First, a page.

Choose a sample of individuals with the outcome of interest (cases) and a sample of individuals without the outcome (controls) Assess exposure status of study population sometimes in the past Retrospective except for nested case-control studies, i.e. when case and control subjects are drawn from a cohort study Advantages: less costly, appropriate for rare outcomes Disadvantages: more subject to bias

B. Observational: 3) Crosssectional study


Also called a prevalence study Assess exposure and outcome of study population at the same time Advantage: least expensive of observational studies Disadvantage: no temporal relationship between exposure and outcome

3. Choose Study Population Base and Sample from that Base


Struggle between access and generalizability Population Base choices include
Active patients (clinic/hospital) Community residents (geographic) Combination

Sampling choices include


Random sampling Stratified random sampling Convenience sampling

Depends on study design

4. Analysis of epidemiologic studies


Sensitivity and specificity in studies of diagnostic tests Relative risk and odds ratios in studies of association between risk factors and outcomes

Example I (Sensitivity/Specificity)
CAD ETT+ ETTTotal No CAD Total

160 40 200

50 150 200

210 190 400

Sensitivity: 160/200 = .80; Specificity: 150/200 = .75

Example II (Relative Risk)


CAD High BP No High BP Total No CAD Total

100 50

900 950

1000 1000 2000

RR = (100/1000)/(50/1000) = 2

Example III (Odds Ratio)


CAD High BP No High BP Total No CAD Total

50 50 100

25 75 100

OR = (50*75)/(25*50) = 3

5. Interpret Results
Threats to the validity of epidemiologic studies
Bias (a process at any stage of inference tending to produce results that depart systematically from the true values) Chance

Bias in clinical observations


Selection bias
Occurs when selection and/or follow-up procedures lead to study group differences in determinants of outcome other than the one under study

Measurement bias
Occurs when measurements are imprecise and/or the methods of measurement are dissimilar among study groups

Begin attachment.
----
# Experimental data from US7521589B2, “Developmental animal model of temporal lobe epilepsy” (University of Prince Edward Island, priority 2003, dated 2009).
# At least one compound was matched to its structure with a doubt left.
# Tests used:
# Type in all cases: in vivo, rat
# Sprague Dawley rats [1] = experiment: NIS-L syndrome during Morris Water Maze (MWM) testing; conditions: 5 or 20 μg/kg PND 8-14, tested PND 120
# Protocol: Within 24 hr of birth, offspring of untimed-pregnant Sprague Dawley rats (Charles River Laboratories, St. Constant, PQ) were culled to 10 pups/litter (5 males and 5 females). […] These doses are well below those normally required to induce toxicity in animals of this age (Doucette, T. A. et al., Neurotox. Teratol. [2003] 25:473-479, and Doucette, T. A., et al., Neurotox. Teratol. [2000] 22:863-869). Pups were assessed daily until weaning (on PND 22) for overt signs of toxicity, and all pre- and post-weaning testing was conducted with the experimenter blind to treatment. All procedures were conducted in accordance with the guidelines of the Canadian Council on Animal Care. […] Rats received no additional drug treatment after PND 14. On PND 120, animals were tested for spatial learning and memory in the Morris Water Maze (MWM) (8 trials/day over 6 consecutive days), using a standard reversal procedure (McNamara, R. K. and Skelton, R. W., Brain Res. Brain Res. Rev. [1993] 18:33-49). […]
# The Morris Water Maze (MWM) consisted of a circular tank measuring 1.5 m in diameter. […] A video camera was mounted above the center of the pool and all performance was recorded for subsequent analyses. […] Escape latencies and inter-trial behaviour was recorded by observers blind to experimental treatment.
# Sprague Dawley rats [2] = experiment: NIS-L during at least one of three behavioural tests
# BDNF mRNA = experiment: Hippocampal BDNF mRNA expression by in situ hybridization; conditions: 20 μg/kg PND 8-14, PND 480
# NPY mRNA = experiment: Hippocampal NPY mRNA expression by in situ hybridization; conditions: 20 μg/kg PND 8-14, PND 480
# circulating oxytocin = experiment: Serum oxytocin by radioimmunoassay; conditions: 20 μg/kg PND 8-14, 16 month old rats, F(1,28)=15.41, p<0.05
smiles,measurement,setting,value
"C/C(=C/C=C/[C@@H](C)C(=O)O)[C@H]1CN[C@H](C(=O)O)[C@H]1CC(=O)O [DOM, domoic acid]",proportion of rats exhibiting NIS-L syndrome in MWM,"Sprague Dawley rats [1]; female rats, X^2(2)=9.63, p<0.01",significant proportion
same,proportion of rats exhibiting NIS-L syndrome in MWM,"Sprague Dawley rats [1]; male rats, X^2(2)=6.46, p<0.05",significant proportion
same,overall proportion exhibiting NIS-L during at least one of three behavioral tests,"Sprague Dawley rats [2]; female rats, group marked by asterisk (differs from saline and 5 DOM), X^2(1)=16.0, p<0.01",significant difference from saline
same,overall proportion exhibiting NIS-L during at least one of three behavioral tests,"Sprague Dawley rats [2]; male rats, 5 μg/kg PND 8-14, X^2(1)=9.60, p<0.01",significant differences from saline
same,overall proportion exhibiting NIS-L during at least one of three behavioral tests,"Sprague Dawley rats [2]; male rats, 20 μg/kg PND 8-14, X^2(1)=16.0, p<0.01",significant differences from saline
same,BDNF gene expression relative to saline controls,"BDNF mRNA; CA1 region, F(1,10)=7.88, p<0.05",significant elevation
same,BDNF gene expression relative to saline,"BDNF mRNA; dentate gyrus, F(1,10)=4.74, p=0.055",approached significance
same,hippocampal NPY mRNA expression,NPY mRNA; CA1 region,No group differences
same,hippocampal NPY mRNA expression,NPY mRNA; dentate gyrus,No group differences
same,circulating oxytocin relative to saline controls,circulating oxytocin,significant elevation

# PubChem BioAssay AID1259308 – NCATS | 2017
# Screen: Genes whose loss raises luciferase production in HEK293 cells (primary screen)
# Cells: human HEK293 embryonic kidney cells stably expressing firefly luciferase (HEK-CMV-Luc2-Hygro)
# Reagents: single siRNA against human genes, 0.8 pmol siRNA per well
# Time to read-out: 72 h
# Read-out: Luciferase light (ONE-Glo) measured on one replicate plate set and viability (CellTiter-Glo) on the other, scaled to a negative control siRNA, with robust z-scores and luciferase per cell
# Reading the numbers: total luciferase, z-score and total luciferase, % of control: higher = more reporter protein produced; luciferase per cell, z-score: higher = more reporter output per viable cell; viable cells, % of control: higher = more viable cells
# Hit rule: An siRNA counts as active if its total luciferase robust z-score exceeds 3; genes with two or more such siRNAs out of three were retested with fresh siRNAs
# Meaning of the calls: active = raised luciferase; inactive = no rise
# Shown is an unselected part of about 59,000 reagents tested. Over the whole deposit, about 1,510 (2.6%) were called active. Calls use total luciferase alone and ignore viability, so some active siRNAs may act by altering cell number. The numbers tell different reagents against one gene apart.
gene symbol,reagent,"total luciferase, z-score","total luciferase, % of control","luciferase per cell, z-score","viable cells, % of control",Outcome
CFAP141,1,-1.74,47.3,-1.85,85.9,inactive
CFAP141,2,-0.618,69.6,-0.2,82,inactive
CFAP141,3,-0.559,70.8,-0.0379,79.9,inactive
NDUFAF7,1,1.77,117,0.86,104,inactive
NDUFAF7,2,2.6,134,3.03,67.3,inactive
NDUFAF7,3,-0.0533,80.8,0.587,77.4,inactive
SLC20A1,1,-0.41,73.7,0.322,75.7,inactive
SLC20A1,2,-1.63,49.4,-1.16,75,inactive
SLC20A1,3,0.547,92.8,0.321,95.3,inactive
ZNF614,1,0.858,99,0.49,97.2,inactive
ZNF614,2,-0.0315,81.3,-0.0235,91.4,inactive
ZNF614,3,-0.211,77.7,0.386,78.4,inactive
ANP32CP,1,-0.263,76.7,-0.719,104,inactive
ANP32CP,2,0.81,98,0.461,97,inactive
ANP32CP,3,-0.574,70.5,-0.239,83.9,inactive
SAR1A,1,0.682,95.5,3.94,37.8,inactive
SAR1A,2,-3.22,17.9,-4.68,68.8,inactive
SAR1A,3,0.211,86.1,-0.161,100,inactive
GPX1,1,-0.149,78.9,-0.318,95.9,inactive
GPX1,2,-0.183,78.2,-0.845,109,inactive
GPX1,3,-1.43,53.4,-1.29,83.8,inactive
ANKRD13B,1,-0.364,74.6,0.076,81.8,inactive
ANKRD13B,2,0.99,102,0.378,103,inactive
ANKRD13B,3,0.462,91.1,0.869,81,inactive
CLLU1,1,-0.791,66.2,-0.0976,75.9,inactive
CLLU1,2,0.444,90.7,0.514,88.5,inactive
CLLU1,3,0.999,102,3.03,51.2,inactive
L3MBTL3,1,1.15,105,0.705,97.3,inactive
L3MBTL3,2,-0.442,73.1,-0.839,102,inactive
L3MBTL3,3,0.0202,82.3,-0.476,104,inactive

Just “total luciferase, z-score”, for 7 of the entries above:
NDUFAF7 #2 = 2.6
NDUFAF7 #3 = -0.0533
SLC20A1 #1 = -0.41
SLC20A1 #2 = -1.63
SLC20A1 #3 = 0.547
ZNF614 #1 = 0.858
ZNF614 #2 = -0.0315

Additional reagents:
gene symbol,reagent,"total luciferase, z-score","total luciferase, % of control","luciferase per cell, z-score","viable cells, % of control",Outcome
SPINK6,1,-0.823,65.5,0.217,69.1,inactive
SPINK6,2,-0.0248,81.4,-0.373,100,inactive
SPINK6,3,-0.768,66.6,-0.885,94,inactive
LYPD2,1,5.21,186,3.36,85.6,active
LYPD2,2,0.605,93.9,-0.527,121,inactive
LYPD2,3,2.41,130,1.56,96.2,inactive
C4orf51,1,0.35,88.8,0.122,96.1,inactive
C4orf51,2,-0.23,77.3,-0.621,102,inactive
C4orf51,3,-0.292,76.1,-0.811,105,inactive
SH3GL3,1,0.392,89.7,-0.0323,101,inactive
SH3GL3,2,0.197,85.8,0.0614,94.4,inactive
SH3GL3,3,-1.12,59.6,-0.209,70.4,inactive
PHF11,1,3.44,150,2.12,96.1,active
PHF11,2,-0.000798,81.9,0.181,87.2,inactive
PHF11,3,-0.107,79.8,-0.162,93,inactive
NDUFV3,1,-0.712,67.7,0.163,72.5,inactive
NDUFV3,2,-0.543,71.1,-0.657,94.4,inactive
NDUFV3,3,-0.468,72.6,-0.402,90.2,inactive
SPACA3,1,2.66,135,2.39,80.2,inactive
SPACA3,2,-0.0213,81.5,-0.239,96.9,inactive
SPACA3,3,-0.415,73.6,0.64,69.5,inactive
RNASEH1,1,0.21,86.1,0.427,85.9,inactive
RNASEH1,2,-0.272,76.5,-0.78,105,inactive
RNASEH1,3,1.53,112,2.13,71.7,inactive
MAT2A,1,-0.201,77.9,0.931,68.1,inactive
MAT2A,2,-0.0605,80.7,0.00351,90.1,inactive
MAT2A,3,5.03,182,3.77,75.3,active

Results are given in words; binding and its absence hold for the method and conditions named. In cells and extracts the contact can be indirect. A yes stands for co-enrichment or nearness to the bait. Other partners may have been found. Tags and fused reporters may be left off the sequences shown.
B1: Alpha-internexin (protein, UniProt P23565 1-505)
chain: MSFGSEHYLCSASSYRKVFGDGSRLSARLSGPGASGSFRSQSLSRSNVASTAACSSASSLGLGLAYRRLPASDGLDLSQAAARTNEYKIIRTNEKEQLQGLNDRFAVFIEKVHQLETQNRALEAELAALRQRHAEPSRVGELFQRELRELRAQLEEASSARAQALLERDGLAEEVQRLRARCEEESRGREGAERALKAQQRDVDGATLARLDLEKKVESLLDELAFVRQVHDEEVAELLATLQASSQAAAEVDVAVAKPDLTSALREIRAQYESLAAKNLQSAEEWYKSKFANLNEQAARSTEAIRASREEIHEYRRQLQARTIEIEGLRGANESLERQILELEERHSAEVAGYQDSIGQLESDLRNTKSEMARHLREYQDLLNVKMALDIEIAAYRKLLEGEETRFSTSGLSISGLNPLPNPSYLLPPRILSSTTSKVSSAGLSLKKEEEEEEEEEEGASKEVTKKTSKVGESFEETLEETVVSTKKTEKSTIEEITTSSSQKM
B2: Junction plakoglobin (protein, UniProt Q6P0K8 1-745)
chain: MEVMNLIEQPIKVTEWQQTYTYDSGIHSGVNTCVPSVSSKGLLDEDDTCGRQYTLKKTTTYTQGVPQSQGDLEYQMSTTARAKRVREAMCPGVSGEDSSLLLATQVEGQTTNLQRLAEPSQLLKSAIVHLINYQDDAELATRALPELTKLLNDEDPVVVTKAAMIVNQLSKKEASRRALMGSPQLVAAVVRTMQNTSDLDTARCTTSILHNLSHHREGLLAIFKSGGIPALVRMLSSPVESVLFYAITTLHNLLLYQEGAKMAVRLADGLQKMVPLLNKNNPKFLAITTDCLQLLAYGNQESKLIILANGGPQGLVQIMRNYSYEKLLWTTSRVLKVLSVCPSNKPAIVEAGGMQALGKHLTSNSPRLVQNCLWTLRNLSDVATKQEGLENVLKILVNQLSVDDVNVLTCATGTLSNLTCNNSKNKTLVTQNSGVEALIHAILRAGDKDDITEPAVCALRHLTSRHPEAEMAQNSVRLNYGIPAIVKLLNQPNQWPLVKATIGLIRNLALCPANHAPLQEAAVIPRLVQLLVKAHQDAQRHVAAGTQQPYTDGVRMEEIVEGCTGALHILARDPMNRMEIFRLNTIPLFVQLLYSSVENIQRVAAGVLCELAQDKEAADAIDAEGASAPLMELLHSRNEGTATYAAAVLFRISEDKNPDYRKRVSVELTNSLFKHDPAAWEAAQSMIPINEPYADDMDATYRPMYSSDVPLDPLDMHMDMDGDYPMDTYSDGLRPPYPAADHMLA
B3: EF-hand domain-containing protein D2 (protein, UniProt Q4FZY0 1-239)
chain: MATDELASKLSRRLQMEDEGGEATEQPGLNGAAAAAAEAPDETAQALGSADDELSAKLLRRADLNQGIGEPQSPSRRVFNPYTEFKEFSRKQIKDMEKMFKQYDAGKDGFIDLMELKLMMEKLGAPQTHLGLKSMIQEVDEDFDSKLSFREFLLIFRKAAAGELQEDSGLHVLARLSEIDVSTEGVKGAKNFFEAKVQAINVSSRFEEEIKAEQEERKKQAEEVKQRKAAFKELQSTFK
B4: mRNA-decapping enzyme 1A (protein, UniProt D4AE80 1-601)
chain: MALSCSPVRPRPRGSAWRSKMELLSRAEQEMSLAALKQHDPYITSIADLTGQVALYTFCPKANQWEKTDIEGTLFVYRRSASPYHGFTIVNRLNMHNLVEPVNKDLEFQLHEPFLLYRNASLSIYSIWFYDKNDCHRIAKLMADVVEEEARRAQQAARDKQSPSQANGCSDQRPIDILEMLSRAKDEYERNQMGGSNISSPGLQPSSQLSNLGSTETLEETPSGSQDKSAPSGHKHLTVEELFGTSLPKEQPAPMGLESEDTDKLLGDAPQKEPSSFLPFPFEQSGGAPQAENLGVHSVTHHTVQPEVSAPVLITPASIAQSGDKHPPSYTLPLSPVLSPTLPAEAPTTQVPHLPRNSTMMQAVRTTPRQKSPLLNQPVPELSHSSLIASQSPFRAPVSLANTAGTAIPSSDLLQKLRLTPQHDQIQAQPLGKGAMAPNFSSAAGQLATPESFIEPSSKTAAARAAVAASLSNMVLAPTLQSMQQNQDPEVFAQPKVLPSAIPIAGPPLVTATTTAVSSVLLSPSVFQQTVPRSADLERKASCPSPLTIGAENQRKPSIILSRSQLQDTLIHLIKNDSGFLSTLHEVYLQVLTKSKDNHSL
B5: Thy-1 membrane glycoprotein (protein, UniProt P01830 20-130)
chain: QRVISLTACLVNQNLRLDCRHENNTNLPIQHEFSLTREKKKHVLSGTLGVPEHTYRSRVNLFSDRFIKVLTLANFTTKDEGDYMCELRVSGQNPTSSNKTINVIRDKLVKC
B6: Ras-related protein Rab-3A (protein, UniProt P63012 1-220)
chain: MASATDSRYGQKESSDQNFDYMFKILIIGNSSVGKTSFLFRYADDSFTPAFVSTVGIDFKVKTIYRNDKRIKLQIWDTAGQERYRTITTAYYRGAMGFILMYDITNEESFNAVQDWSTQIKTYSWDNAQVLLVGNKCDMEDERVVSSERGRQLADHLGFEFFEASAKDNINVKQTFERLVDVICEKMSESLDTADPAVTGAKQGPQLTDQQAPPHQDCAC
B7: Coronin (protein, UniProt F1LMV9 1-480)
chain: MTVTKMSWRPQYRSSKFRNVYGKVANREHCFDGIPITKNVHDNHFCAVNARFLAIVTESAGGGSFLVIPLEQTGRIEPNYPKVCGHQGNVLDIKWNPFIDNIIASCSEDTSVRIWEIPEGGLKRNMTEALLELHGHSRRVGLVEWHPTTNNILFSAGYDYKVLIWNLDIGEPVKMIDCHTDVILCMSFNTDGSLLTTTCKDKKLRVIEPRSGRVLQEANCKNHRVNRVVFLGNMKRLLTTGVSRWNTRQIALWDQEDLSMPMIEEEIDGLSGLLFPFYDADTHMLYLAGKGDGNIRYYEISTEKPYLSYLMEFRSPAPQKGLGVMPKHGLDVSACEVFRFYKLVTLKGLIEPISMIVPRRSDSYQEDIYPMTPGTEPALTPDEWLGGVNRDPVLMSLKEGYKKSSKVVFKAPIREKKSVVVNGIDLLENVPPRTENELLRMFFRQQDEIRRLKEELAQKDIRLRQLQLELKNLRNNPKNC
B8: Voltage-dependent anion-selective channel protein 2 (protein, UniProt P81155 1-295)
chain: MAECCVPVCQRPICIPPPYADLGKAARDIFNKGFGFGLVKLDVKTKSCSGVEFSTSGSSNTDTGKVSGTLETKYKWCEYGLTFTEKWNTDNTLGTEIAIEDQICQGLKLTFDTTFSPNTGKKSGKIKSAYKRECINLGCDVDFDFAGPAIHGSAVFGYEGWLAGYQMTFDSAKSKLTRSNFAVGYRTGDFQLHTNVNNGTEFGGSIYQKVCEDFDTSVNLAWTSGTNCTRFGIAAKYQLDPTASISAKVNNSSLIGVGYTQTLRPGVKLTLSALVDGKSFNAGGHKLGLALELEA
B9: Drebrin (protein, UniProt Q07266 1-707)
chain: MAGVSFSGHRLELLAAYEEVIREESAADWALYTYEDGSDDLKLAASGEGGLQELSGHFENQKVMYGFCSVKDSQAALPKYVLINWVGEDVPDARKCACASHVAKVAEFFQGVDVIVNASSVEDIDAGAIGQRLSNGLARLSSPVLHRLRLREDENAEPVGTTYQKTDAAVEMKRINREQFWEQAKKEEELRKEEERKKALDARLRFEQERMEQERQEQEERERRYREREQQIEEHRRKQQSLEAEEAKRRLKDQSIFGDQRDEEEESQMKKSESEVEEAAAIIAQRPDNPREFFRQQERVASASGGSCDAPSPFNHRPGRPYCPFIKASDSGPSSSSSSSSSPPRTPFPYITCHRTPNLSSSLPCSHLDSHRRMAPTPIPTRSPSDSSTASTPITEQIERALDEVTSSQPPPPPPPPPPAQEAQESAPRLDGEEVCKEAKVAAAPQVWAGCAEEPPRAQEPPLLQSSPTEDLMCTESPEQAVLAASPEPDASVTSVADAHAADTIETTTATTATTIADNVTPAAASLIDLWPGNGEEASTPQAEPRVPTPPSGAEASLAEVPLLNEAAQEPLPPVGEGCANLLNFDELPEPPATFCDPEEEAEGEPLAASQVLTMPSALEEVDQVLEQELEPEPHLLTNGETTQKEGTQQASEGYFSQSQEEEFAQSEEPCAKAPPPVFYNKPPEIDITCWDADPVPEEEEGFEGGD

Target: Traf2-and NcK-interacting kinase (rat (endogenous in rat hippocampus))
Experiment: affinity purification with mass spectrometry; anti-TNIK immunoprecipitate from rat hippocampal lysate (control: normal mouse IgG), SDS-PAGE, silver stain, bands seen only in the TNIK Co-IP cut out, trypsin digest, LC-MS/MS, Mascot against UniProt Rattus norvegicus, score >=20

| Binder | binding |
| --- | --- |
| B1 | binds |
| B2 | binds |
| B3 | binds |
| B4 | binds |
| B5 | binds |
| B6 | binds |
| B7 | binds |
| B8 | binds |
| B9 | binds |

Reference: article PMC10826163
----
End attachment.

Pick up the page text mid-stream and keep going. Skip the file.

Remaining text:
Confounding bias
Occurs when two factors are associated (travel together) and the effect of one is confused with or distorted by the effect of another) Due to selection or by chance

Selection bias and confounding control


Restriction (exclude the young) Matching (for every 50 year old with BP+, find a 50 year old with BP Stratification at enrollment (set sample size for each decade of age) Statistical adjustment (stratification of data, standardization, multivariate adjustment)

Measurement (Information) bias control


Use objective and precise measures when possible Blinding of assessors of outcome to risk status of subject and vice versa Assess extent of measurement (information) bias by comparing responses to external information (e.g. pharmacy records, or health utilization data bases)

Chance (random error)


Arises from sampling and measurement Assessed by statistical methods

Validity
Internal validity
The degree to which the results of a study are correct for the sample of patients being studied

External validity
The degree to which the results of an observation hold true in other settings

Objectives
Define epidemiology List at least five types of clinical inquiry that epidemiologic studies can address Summarize the epidemiologic method List the threats to truth in epidemiologic studies

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References
Fletcher RH, Fletcher SW, Wagner: Clinical Epidemiology: The Essentials. 4th edition. Williams & Wilkins, Baltimore MD, 2005. Rothman KJ. Epidemiology, an introduction. Oxford University Press, 2002